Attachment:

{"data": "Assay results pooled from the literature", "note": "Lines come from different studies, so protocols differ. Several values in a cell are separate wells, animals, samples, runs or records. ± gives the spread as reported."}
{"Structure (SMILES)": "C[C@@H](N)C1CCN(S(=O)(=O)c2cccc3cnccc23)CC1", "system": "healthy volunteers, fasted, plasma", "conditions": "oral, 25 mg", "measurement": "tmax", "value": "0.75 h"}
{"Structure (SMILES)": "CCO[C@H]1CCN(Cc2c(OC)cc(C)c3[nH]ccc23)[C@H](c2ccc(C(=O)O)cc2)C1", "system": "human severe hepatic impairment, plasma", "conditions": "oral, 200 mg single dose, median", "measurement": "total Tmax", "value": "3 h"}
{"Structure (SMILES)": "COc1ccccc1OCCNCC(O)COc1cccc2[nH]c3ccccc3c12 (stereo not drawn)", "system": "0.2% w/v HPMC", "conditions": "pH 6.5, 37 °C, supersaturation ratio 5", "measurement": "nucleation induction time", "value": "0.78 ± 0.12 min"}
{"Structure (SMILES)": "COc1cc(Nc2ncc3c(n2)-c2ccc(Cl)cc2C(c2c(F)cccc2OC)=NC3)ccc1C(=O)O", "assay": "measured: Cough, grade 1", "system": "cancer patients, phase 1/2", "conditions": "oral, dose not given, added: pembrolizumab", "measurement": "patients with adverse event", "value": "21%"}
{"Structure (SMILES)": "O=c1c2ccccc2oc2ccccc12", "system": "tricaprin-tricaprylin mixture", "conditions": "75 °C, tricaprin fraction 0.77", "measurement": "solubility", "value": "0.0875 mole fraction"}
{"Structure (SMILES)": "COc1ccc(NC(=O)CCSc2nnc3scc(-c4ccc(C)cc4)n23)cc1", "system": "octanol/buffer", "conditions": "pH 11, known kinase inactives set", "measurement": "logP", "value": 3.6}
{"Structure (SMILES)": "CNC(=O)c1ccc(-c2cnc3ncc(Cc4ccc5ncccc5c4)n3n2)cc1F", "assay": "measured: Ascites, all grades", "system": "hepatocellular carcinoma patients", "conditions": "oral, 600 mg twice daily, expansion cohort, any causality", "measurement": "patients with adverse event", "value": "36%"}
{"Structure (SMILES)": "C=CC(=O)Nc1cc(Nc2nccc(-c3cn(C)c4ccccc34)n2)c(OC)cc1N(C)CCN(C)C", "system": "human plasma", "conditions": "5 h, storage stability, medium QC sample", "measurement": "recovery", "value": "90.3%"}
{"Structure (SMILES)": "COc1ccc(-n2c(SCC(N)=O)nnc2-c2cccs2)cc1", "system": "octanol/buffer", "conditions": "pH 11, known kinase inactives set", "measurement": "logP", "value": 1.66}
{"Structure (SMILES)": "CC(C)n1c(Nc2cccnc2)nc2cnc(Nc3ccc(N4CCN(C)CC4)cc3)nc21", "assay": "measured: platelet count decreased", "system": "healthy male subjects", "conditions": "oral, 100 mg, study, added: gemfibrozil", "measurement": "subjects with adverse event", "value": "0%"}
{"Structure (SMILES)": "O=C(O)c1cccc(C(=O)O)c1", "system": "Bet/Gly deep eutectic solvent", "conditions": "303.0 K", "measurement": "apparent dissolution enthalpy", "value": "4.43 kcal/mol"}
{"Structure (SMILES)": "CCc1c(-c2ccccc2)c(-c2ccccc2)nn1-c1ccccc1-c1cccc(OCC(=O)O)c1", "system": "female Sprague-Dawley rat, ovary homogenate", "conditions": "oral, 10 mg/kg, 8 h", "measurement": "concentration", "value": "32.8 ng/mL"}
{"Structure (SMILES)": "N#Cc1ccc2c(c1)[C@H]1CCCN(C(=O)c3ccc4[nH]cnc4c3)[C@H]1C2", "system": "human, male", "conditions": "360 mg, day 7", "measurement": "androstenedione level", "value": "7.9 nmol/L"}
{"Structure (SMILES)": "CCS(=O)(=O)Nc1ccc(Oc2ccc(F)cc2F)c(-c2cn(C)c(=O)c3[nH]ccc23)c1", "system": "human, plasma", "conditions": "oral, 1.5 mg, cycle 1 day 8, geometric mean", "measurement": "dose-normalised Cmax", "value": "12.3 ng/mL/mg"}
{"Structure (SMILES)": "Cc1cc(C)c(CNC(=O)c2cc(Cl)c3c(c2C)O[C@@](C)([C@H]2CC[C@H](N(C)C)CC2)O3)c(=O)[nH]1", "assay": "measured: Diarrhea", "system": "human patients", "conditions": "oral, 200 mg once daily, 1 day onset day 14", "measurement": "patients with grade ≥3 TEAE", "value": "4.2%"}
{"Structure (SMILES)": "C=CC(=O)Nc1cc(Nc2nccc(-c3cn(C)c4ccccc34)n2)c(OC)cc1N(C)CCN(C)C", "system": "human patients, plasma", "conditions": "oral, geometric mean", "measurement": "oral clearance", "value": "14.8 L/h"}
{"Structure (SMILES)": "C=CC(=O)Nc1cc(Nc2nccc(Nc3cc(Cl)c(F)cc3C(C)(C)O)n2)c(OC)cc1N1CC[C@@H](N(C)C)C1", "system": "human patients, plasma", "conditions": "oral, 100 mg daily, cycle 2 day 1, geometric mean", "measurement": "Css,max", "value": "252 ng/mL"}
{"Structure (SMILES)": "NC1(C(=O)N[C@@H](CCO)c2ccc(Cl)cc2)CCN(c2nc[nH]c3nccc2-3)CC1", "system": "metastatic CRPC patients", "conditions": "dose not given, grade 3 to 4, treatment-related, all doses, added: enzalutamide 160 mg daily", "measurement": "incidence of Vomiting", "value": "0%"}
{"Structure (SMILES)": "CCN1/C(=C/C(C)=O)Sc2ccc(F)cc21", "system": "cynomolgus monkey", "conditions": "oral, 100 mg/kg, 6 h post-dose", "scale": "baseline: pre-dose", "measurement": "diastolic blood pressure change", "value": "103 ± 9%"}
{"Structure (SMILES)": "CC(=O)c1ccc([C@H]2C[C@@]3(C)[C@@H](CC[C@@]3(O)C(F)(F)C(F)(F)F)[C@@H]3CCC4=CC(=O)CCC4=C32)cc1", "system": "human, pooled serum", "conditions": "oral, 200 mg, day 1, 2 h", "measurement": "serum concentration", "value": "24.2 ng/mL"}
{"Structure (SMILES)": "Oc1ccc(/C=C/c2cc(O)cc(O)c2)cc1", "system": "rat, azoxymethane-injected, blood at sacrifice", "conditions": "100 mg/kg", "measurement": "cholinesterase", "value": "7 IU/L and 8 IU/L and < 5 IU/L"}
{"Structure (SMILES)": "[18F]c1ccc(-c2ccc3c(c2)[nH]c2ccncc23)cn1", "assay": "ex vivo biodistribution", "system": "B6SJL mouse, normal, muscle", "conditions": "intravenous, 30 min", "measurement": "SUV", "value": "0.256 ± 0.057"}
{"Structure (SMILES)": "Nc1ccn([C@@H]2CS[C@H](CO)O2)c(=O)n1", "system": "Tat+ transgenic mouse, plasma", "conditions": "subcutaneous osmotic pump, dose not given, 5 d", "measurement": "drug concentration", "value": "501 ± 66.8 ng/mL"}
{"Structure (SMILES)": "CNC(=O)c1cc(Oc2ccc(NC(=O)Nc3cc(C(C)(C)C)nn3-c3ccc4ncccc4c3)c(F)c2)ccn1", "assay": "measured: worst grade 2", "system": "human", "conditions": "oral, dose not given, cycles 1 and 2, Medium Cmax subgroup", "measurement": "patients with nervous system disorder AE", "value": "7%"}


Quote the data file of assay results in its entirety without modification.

{"data": "Assay results pooled from the literature", "note": "Lines come from different studies, so protocols differ. Several values in a cell are separate wells, animals, samples, runs or records. ± gives the spread as reported."}
{"Structure (SMILES)": "C[C@@H](N)C1CCN(S(=O)(=O)c2cccc3cnccc23)CC1", "system": "healthy volunteers, fasted, plasma", "conditions": "oral, 25 mg", "measurement": "tmax", "value": "0.75 h"}
{"Structure (SMILES)": "CCO[C@H]1CCN(Cc2c(OC)cc(C)c3[nH]ccc23)[C@H](c2ccc(C(=O)O)cc2)C1", "system": "human severe hepatic impairment, plasma", "conditions": "oral, 200 mg single dose, median", "measurement": "total Tmax", "value": "3 h"}
{"Structure (SMILES)": "COc1ccccc1OCCNCC(O)COc1cccc2[nH]c3ccccc3c12 (stereo not drawn)", "system": "0.2% w/v HPMC", "conditions": "pH 6.5, 37 °C, supersaturation ratio 5", "measurement": "nucleation induction time", "value": "0.78 ± 0.12 min"}
{"Structure (SMILES)": "COc1cc(Nc2ncc3c(n2)-c2ccc(Cl)cc2C(c2c(F)cccc2OC)=NC3)ccc1C(=O)O", "assay": "measured: Cough, grade 1", "system": "cancer patients, phase 1/2", "conditions": "oral, dose not given, added: pembrolizumab", "measurement": "patients with adverse event", "value": "21%"}
{"Structure (SMILES)": "O=c1c2ccccc2oc2ccccc12", "system": "tricaprin-tricaprylin mixture", "conditions": "75 °C, tricaprin fraction 0.77", "measurement": "solubility", "value": "0.0875 mole fraction"}
{"Structure (SMILES)": "COc1ccc(NC(=O)CCSc2nnc3scc(-c4ccc(C)cc4)n23)cc1", "system": "octanol/buffer", "conditions": "pH 11, known kinase inactives set", "measurement": "logP", "value": 3.6}
{"Structure (SMILES)": "CNC(=O)c1ccc(-c2cnc3ncc(Cc4ccc5ncccc5c4)n3n2)cc1F", "assay": "measured: Ascites, all grades", "system": "hepatocellular carcinoma patients", "conditions": "oral, 600 mg twice daily, expansion cohort, any causality", "measurement": "patients with adverse event", "value": "36%"}
{"Structure (SMILES)": "C=CC(=O)Nc1cc(Nc2nccc(-c3cn(C)c4ccccc34)n2)c(OC)cc1N(C)CCN(C)C", "system": "human plasma", "conditions": "5 h, storage stability, medium QC sample", "measurement": "recovery", "value": "90.3%"}
{"Structure (SMILES)": "COc1ccc(-n2c(SCC(N)=O)nnc2-c2cccs2)cc1", "system": "octanol/buffer", "conditions": "pH 11, known kinase inactives set", "measurement": "logP", "value": 1.66}
{"Structure (SMILES)": "CC(C)n1c(Nc2cccnc2)nc2cnc(Nc3ccc(N4CCN(C)CC4)cc3)nc21", "assay": "measured: platelet count decreased", "system": "healthy male subjects", "conditions": "oral, 100 mg, study, added: gemfibrozil", "measurement": "subjects with adverse event", "value": "0%"}
{"Structure (SMILES)": "O=C(O)c1cccc(C(=O)O)c1", "system": "Bet/Gly deep eutectic solvent", "conditions": "303.0 K", "measurement": "apparent dissolution enthalpy", "value": "4.43 kcal/mol"}
{"Structure (SMILES)": "CCc1c(-c2ccccc2)c(-c2ccccc2)nn1-c1ccccc1-c1cccc(OCC(=O)O)c1", "system": "female Sprague-Dawley rat, ovary homogenate", "conditions": "oral, 10 mg/kg, 8 h", "measurement": "concentration", "value": "32.8 ng/mL"}
{"Structure (SMILES)": "N#Cc1ccc2c(c1)[C@H]1CCCN(C(=O)c3ccc4[nH]cnc4c3)[C@H]1C2", "system": "human, male", "conditions": "360 mg, day 7", "measurement": "androstenedione level", "value": "7.9 nmol/L"}
{"Structure (SMILES)": "CCS(=O)(=O)Nc1ccc(Oc2ccc(F)cc2F)c(-c2cn(C)c(=O)c3[nH]ccc23)c1", "system": "human, plasma", "conditions": "oral, 1.5 mg, cycle 1 day 8, geometric mean", "measurement": "dose-normalised Cmax", "value": "12.3 ng/mL/mg"}
{"Structure (SMILES)": "Cc1cc(C)c(CNC(=O)c2cc(Cl)c3c(c2C)O[C@@](C)([C@H]2CC[C@H](N(C)C)CC2)O3)c(=O)[nH]1", "assay": "measured: Diarrhea", "system": "human patients", "conditions": "oral, 200 mg once daily, 1 day onset day 14", "measurement": "patients with grade ≥3 TEAE", "value": "4.2%"}
{"Structure (SMILES)": "C=CC(=O)Nc1cc(Nc2nccc(-c3cn(C)c4ccccc34)n2)c(OC)cc1N(C)CCN(C)C", "system": "human patients, plasma", "conditions": "oral, geometric mean", "measurement": "oral clearance", "value": "14.8 L/h"}
{"Structure (SMILES)": "C=CC(=O)Nc1cc(Nc2nccc(Nc3cc(Cl)c(F)cc3C(C)(C)O)n2)c(OC)cc1N1CC[C@@H](N(C)C)C1", "system": "human patients, plasma", "conditions": "oral, 100 mg daily, cycle 2 day 1, geometric mean", "measurement": "Css,max", "value": "252 ng/mL"}
{"Structure (SMILES)": "NC1(C(=O)N[C@@H](CCO)c2ccc(Cl)cc2)CCN(c2nc[nH]c3nccc2-3)CC1", "system": "metastatic CRPC patients", "conditions": "dose not given, grade 3 to 4, treatment-related, all doses, added: enzalutamide 160 mg daily", "measurement": "incidence of Vomiting", "value": "0%"}
{"Structure (SMILES)": "CCN1/C(=C/C(C)=O)Sc2ccc(F)cc21", "system": "cynomolgus monkey", "conditions": "oral, 100 mg/kg, 6 h post-dose", "scale": "baseline: pre-dose", "measurement": "diastolic blood pressure change", "value": "103 ± 9%"}
{"Structure (SMILES)": "CC(=O)c1ccc([C@H]2C[C@@]3(C)[C@@H](CC[C@@]3(O)C(F)(F)C(F)(F)F)[C@@H]3CCC4=CC(=O)CCC4=C32)cc1", "system": "human, pooled serum", "conditions": "oral, 200 mg, day 1, 2 h", "measurement": "serum concentration", "value": "24.2 ng/mL"}
{"Structure (SMILES)": "Oc1ccc(/C=C/c2cc(O)cc(O)c2)cc1", "system": "rat, azoxymethane-injected, blood at sacrifice", "conditions": "100 mg/kg", "measurement": "cholinesterase", "value": "7 IU/L and 8 IU/L and < 5 IU/L"}
{"Structure (SMILES)": "[18F]c1ccc(-c2ccc3c(c2)[nH]c2ccncc23)cn1", "assay": "ex vivo biodistribution", "system": "B6SJL mouse, normal, muscle", "conditions": "intravenous, 30 min", "measurement": "SUV", "value": "0.256 ± 0.057"}
{"Structure (SMILES)": "Nc1ccn([C@@H]2CS[C@H](CO)O2)c(=O)n1", "system": "Tat+ transgenic mouse, plasma", "conditions": "subcutaneous osmotic pump, dose not given, 5 d", "measurement": "drug concentration", "value": "501 ± 66.8 ng/mL"}
{"Structure (SMILES)": "CNC(=O)c1cc(Oc2ccc(NC(=O)Nc3cc(C(C)(C)C)nn3-c3ccc4ncccc4c3)c(F)c2)ccn1", "assay": "measured: worst grade 2", "system": "human", "conditions": "oral, dose not given, cycles 1 and 2, Medium Cmax subgroup", "measurement": "patients with nervous system disorder AE", "value": "7%"}